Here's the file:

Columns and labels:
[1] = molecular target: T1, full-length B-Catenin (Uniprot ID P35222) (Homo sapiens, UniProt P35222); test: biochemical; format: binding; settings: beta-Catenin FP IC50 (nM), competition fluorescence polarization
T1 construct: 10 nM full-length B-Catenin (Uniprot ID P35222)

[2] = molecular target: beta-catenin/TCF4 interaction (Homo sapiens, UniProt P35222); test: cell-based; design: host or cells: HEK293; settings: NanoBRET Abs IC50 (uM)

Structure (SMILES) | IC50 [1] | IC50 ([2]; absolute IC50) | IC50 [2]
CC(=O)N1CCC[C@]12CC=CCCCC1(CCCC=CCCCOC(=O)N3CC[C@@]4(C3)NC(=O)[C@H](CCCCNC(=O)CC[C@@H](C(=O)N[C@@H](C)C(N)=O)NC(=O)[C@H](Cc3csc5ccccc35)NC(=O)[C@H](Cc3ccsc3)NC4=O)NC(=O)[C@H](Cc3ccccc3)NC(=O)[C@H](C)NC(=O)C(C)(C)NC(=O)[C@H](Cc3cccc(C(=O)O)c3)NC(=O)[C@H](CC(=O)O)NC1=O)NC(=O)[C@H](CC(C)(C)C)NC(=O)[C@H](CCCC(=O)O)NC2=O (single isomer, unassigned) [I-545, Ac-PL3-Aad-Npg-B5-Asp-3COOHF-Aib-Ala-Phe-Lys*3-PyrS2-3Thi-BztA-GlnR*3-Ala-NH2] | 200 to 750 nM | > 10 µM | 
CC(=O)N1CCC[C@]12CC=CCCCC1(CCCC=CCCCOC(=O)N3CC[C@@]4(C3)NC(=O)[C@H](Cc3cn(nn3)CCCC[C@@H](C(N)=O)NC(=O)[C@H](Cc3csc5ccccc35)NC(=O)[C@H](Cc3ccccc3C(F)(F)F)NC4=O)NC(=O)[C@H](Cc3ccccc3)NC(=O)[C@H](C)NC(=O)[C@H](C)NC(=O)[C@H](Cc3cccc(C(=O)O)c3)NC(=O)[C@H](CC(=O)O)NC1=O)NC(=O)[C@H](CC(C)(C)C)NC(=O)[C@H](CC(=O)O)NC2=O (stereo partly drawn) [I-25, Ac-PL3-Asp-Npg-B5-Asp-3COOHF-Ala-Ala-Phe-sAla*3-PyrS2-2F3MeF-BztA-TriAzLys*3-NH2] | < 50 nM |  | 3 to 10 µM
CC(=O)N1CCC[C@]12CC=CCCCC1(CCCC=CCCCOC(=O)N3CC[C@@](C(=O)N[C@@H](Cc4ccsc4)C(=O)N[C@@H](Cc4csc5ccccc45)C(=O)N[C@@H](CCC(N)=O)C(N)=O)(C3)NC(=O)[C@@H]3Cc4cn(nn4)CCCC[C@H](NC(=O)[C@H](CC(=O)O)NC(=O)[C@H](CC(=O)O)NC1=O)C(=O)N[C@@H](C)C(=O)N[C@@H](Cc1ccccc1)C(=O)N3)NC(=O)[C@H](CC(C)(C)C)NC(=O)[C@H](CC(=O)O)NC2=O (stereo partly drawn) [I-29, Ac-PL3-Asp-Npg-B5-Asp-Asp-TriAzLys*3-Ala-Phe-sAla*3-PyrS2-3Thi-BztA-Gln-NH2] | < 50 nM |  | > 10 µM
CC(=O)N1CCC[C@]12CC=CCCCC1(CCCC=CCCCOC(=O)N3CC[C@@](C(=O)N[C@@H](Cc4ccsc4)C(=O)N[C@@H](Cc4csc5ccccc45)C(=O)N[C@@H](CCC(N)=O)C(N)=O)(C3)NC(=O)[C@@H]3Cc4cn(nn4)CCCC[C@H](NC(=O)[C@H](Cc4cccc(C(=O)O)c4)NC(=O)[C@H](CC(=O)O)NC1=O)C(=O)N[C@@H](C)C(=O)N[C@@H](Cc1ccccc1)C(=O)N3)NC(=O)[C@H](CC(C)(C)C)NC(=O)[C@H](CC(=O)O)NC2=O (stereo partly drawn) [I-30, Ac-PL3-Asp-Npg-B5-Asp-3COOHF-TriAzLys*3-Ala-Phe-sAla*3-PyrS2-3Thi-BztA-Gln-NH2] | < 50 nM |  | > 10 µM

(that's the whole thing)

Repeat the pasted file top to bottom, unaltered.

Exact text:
Columns and labels:
[1] = molecular target: T1, full-length B-Catenin (Uniprot ID P35222) (Homo sapiens, UniProt P35222); test: biochemical; format: binding; settings: beta-Catenin FP IC50 (nM), competition fluorescence polarization
T1 construct: 10 nM full-length B-Catenin (Uniprot ID P35222)

[2] = molecular target: beta-catenin/TCF4 interaction (Homo sapiens, UniProt P35222); test: cell-based; design: host or cells: HEK293; settings: NanoBRET Abs IC50 (uM)

Structure (SMILES) | IC50 [1] | IC50 ([2]; absolute IC50) | IC50 [2]
CC(=O)N1CCC[C@]12CC=CCCCC1(CCCC=CCCCOC(=O)N3CC[C@@]4(C3)NC(=O)[C@H](CCCCNC(=O)CC[C@@H](C(=O)N[C@@H](C)C(N)=O)NC(=O)[C@H](Cc3csc5ccccc35)NC(=O)[C@H](Cc3ccsc3)NC4=O)NC(=O)[C@H](Cc3ccccc3)NC(=O)[C@H](C)NC(=O)C(C)(C)NC(=O)[C@H](Cc3cccc(C(=O)O)c3)NC(=O)[C@H](CC(=O)O)NC1=O)NC(=O)[C@H](CC(C)(C)C)NC(=O)[C@H](CCCC(=O)O)NC2=O (single isomer, unassigned) [I-545, Ac-PL3-Aad-Npg-B5-Asp-3COOHF-Aib-Ala-Phe-Lys*3-PyrS2-3Thi-BztA-GlnR*3-Ala-NH2] | 200 to 750 nM | > 10 µM | 
CC(=O)N1CCC[C@]12CC=CCCCC1(CCCC=CCCCOC(=O)N3CC[C@@]4(C3)NC(=O)[C@H](Cc3cn(nn3)CCCC[C@@H](C(N)=O)NC(=O)[C@H](Cc3csc5ccccc35)NC(=O)[C@H](Cc3ccccc3C(F)(F)F)NC4=O)NC(=O)[C@H](Cc3ccccc3)NC(=O)[C@H](C)NC(=O)[C@H](C)NC(=O)[C@H](Cc3cccc(C(=O)O)c3)NC(=O)[C@H](CC(=O)O)NC1=O)NC(=O)[C@H](CC(C)(C)C)NC(=O)[C@H](CC(=O)O)NC2=O (stereo partly drawn) [I-25, Ac-PL3-Asp-Npg-B5-Asp-3COOHF-Ala-Ala-Phe-sAla*3-PyrS2-2F3MeF-BztA-TriAzLys*3-NH2] | < 50 nM |  | 3 to 10 µM
CC(=O)N1CCC[C@]12CC=CCCCC1(CCCC=CCCCOC(=O)N3CC[C@@](C(=O)N[C@@H](Cc4ccsc4)C(=O)N[C@@H](Cc4csc5ccccc45)C(=O)N[C@@H](CCC(N)=O)C(N)=O)(C3)NC(=O)[C@@H]3Cc4cn(nn4)CCCC[C@H](NC(=O)[C@H](CC(=O)O)NC(=O)[C@H](CC(=O)O)NC1=O)C(=O)N[C@@H](C)C(=O)N[C@@H](Cc1ccccc1)C(=O)N3)NC(=O)[C@H](CC(C)(C)C)NC(=O)[C@H](CC(=O)O)NC2=O (stereo partly drawn) [I-29, Ac-PL3-Asp-Npg-B5-Asp-Asp-TriAzLys*3-Ala-Phe-sAla*3-PyrS2-3Thi-BztA-Gln-NH2] | < 50 nM |  | > 10 µM
CC(=O)N1CCC[C@]12CC=CCCCC1(CCCC=CCCCOC(=O)N3CC[C@@](C(=O)N[C@@H](Cc4ccsc4)C(=O)N[C@@H](Cc4csc5ccccc45)C(=O)N[C@@H](CCC(N)=O)C(N)=O)(C3)NC(=O)[C@@H]3Cc4cn(nn4)CCCC[C@H](NC(=O)[C@H](Cc4cccc(C(=O)O)c4)NC(=O)[C@H](CC(=O)O)NC1=O)C(=O)N[C@@H](C)C(=O)N[C@@H](Cc1ccccc1)C(=O)N3)NC(=O)[C@H](CC(C)(C)C)NC(=O)[C@H](CC(=O)O)NC2=O (stereo partly drawn) [I-30, Ac-PL3-Asp-Npg-B5-Asp-3COOHF-TriAzLys*3-Ala-Phe-sAla*3-PyrS2-3Thi-BztA-Gln-NH2] | < 50 nM |  | > 10 µM